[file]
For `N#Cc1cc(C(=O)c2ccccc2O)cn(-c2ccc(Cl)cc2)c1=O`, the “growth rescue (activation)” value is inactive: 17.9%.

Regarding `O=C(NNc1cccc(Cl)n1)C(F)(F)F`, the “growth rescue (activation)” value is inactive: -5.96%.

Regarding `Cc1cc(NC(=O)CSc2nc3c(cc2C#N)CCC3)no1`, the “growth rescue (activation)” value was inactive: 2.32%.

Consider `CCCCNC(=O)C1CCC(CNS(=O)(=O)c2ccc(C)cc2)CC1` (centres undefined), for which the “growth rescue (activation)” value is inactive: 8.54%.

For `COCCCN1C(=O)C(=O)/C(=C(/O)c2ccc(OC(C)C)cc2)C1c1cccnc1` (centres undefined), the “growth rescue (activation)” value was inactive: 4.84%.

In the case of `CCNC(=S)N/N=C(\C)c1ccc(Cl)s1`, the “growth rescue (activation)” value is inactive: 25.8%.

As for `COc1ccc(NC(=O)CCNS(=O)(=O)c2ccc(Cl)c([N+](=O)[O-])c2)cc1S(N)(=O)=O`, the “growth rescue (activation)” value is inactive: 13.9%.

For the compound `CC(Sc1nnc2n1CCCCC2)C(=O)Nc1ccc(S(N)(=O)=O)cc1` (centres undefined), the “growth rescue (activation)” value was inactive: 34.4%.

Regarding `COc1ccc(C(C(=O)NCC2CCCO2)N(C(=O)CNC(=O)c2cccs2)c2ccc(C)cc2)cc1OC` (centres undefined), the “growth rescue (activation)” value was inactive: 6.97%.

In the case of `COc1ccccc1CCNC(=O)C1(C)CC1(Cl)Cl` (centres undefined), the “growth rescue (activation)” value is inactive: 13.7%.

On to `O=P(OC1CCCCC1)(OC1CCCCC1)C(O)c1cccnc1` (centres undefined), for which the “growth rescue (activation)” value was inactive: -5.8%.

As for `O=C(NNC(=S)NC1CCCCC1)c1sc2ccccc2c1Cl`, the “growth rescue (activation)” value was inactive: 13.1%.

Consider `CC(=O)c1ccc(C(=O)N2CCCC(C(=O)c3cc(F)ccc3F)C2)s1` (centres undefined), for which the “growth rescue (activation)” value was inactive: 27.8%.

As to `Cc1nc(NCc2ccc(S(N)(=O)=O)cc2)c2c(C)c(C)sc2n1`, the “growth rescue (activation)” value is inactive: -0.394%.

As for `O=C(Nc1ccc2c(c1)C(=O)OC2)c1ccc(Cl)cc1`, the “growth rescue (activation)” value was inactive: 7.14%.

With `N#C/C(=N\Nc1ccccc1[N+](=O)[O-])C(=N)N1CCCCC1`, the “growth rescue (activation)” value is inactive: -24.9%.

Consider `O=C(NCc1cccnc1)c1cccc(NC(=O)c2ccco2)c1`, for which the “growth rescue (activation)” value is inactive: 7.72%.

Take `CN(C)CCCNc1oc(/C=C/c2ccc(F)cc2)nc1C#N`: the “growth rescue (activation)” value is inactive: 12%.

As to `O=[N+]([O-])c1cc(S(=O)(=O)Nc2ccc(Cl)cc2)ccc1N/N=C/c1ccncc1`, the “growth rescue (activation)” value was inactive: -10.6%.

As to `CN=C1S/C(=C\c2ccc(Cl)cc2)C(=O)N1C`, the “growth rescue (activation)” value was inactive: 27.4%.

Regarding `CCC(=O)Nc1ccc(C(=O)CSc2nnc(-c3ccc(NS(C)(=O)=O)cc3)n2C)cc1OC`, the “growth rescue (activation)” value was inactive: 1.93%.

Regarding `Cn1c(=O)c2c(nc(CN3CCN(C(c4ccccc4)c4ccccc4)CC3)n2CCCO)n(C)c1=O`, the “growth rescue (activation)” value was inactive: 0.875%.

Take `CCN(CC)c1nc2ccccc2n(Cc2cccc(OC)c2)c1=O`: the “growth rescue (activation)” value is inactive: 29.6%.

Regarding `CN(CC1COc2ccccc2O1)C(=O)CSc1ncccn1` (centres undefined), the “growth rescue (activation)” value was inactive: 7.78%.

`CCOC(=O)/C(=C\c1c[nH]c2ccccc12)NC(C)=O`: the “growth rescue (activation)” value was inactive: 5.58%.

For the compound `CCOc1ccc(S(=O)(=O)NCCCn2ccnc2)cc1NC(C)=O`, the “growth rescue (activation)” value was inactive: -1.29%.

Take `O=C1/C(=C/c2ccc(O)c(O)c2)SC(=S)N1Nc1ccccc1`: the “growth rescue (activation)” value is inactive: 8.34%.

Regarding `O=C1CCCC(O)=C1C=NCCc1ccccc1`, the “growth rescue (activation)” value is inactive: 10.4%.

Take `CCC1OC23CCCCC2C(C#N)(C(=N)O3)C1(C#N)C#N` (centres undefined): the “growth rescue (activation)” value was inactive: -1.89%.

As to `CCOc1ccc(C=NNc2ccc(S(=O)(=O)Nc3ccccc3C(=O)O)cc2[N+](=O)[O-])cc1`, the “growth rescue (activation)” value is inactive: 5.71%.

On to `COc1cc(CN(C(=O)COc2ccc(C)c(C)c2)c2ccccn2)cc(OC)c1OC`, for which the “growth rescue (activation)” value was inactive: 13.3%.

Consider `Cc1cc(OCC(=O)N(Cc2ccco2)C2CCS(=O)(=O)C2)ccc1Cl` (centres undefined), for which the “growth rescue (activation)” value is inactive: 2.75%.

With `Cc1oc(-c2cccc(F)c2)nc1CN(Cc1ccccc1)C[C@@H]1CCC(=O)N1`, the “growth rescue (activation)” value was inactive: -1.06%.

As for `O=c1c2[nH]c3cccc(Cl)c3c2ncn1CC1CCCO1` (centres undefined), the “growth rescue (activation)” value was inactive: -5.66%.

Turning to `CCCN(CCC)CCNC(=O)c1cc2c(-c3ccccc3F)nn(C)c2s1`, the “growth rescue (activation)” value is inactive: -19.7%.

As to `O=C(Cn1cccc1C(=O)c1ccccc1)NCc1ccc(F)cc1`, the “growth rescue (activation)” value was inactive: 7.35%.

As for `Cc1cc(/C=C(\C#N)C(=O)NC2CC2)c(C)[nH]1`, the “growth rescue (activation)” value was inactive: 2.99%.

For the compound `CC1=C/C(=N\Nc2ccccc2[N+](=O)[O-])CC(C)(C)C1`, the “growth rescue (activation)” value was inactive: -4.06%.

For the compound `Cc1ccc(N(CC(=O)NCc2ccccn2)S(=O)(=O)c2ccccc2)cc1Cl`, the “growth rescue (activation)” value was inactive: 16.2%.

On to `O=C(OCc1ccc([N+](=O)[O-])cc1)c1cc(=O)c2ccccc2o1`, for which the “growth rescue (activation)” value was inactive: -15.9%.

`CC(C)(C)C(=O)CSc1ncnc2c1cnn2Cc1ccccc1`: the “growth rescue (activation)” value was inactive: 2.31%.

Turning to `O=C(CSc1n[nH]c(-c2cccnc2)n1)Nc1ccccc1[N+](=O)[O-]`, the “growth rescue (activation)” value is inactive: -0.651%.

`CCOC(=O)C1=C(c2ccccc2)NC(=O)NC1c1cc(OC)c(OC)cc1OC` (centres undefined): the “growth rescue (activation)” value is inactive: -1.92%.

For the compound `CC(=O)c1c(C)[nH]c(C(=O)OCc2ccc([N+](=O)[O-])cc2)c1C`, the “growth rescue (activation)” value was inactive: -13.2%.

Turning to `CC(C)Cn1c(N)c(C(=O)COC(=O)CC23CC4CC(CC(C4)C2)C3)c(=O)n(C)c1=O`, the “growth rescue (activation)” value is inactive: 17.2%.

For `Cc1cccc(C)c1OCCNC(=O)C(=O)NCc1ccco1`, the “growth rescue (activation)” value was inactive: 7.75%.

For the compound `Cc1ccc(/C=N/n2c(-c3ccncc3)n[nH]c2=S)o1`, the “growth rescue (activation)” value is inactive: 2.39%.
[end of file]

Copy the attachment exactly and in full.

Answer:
For `N#Cc1cc(C(=O)c2ccccc2O)cn(-c2ccc(Cl)cc2)c1=O`, the “growth rescue (activation)” value is inactive: 17.9%.

Regarding `O=C(NNc1cccc(Cl)n1)C(F)(F)F`, the “growth rescue (activation)” value is inactive: -5.96%.

Regarding `Cc1cc(NC(=O)CSc2nc3c(cc2C#N)CCC3)no1`, the “growth rescue (activation)” value was inactive: 2.32%.

Consider `CCCCNC(=O)C1CCC(CNS(=O)(=O)c2ccc(C)cc2)CC1` (centres undefined), for which the “growth rescue (activation)” value is inactive: 8.54%.

For `COCCCN1C(=O)C(=O)/C(=C(/O)c2ccc(OC(C)C)cc2)C1c1cccnc1` (centres undefined), the “growth rescue (activation)” value was inactive: 4.84%.

In the case of `CCNC(=S)N/N=C(\C)c1ccc(Cl)s1`, the “growth rescue (activation)” value is inactive: 25.8%.

As for `COc1ccc(NC(=O)CCNS(=O)(=O)c2ccc(Cl)c([N+](=O)[O-])c2)cc1S(N)(=O)=O`, the “growth rescue (activation)” value is inactive: 13.9%.

For the compound `CC(Sc1nnc2n1CCCCC2)C(=O)Nc1ccc(S(N)(=O)=O)cc1` (centres undefined), the “growth rescue (activation)” value was inactive: 34.4%.

Regarding `COc1ccc(C(C(=O)NCC2CCCO2)N(C(=O)CNC(=O)c2cccs2)c2ccc(C)cc2)cc1OC` (centres undefined), the “growth rescue (activation)” value was inactive: 6.97%.

In the case of `COc1ccccc1CCNC(=O)C1(C)CC1(Cl)Cl` (centres undefined), the “growth rescue (activation)” value is inactive: 13.7%.

On to `O=P(OC1CCCCC1)(OC1CCCCC1)C(O)c1cccnc1` (centres undefined), for which the “growth rescue (activation)” value was inactive: -5.8%.

As for `O=C(NNC(=S)NC1CCCCC1)c1sc2ccccc2c1Cl`, the “growth rescue (activation)” value was inactive: 13.1%.

Consider `CC(=O)c1ccc(C(=O)N2CCCC(C(=O)c3cc(F)ccc3F)C2)s1` (centres undefined), for which the “growth rescue (activation)” value was inactive: 27.8%.

As to `Cc1nc(NCc2ccc(S(N)(=O)=O)cc2)c2c(C)c(C)sc2n1`, the “growth rescue (activation)” value is inactive: -0.394%.

As for `O=C(Nc1ccc2c(c1)C(=O)OC2)c1ccc(Cl)cc1`, the “growth rescue (activation)” value was inactive: 7.14%.

With `N#C/C(=N\Nc1ccccc1[N+](=O)[O-])C(=N)N1CCCCC1`, the “growth rescue (activation)” value is inactive: -24.9%.

Consider `O=C(NCc1cccnc1)c1cccc(NC(=O)c2ccco2)c1`, for which the “growth rescue (activation)” value is inactive: 7.72%.

Take `CN(C)CCCNc1oc(/C=C/c2ccc(F)cc2)nc1C#N`: the “growth rescue (activation)” value is inactive: 12%.

As to `O=[N+]([O-])c1cc(S(=O)(=O)Nc2ccc(Cl)cc2)ccc1N/N=C/c1ccncc1`, the “growth rescue (activation)” value was inactive: -10.6%.

As to `CN=C1S/C(=C\c2ccc(Cl)cc2)C(=O)N1C`, the “growth rescue (activation)” value was inactive: 27.4%.

Regarding `CCC(=O)Nc1ccc(C(=O)CSc2nnc(-c3ccc(NS(C)(=O)=O)cc3)n2C)cc1OC`, the “growth rescue (activation)” value was inactive: 1.93%.

Regarding `Cn1c(=O)c2c(nc(CN3CCN(C(c4ccccc4)c4ccccc4)CC3)n2CCCO)n(C)c1=O`, the “growth rescue (activation)” value was inactive: 0.875%.

Take `CCN(CC)c1nc2ccccc2n(Cc2cccc(OC)c2)c1=O`: the “growth rescue (activation)” value is inactive: 29.6%.

Regarding `CN(CC1COc2ccccc2O1)C(=O)CSc1ncccn1` (centres undefined), the “growth rescue (activation)” value was inactive: 7.78%.

`CCOC(=O)/C(=C\c1c[nH]c2ccccc12)NC(C)=O`: the “growth rescue (activation)” value was inactive: 5.58%.

For the compound `CCOc1ccc(S(=O)(=O)NCCCn2ccnc2)cc1NC(C)=O`, the “growth rescue (activation)” value was inactive: -1.29%.

Take `O=C1/C(=C/c2ccc(O)c(O)c2)SC(=S)N1Nc1ccccc1`: the “growth rescue (activation)” value is inactive: 8.34%.

Regarding `O=C1CCCC(O)=C1C=NCCc1ccccc1`, the “growth rescue (activation)” value is inactive: 10.4%.

Take `CCC1OC23CCCCC2C(C#N)(C(=N)O3)C1(C#N)C#N` (centres undefined): the “growth rescue (activation)” value was inactive: -1.89%.

As to `CCOc1ccc(C=NNc2ccc(S(=O)(=O)Nc3ccccc3C(=O)O)cc2[N+](=O)[O-])cc1`, the “growth rescue (activation)” value is inactive: 5.71%.

On to `COc1cc(CN(C(=O)COc2ccc(C)c(C)c2)c2ccccn2)cc(OC)c1OC`, for which the “growth rescue (activation)” value was inactive: 13.3%.

Consider `Cc1cc(OCC(=O)N(Cc2ccco2)C2CCS(=O)(=O)C2)ccc1Cl` (centres undefined), for which the “growth rescue (activation)” value is inactive: 2.75%.

With `Cc1oc(-c2cccc(F)c2)nc1CN(Cc1ccccc1)C[C@@H]1CCC(=O)N1`, the “growth rescue (activation)” value was inactive: -1.06%.

As for `O=c1c2[nH]c3cccc(Cl)c3c2ncn1CC1CCCO1` (centres undefined), the “growth rescue (activation)” value was inactive: -5.66%.

Turning to `CCCN(CCC)CCNC(=O)c1cc2c(-c3ccccc3F)nn(C)c2s1`, the “growth rescue (activation)” value is inactive: -19.7%.

As to `O=C(Cn1cccc1C(=O)c1ccccc1)NCc1ccc(F)cc1`, the “growth rescue (activation)” value was inactive: 7.35%.

As for `Cc1cc(/C=C(\C#N)C(=O)NC2CC2)c(C)[nH]1`, the “growth rescue (activation)” value was inactive: 2.99%.

For the compound `CC1=C/C(=N\Nc2ccccc2[N+](=O)[O-])CC(C)(C)C1`, the “growth rescue (activation)” value was inactive: -4.06%.

For the compound `Cc1ccc(N(CC(=O)NCc2ccccn2)S(=O)(=O)c2ccccc2)cc1Cl`, the “growth rescue (activation)” value was inactive: 16.2%.

On to `O=C(OCc1ccc([N+](=O)[O-])cc1)c1cc(=O)c2ccccc2o1`, for which the “growth rescue (activation)” value was inactive: -15.9%.

`CC(C)(C)C(=O)CSc1ncnc2c1cnn2Cc1ccccc1`: the “growth rescue (activation)” value was inactive: 2.31%.

Turning to `O=C(CSc1n[nH]c(-c2cccnc2)n1)Nc1ccccc1[N+](=O)[O-]`, the “growth rescue (activation)” value is inactive: -0.651%.

`CCOC(=O)C1=C(c2ccccc2)NC(=O)NC1c1cc(OC)c(OC)cc1OC` (centres undefined): the “growth rescue (activation)” value is inactive: -1.92%.

For the compound `CC(=O)c1c(C)[nH]c(C(=O)OCc2ccc([N+](=O)[O-])cc2)c1C`, the “growth rescue (activation)” value was inactive: -13.2%.

Turning to `CC(C)Cn1c(N)c(C(=O)COC(=O)CC23CC4CC(CC(C4)C2)C3)c(=O)n(C)c1=O`, the “growth rescue (activation)” value is inactive: 17.2%.

For `Cc1cccc(C)c1OCCNC(=O)C(=O)NCc1ccco1`, the “growth rescue (activation)” value was inactive: 7.75%.

For the compound `Cc1ccc(/C=N/n2c(-c3ccncc3)n[nH]c2=S)o1`, the “growth rescue (activation)” value is inactive: 2.39%.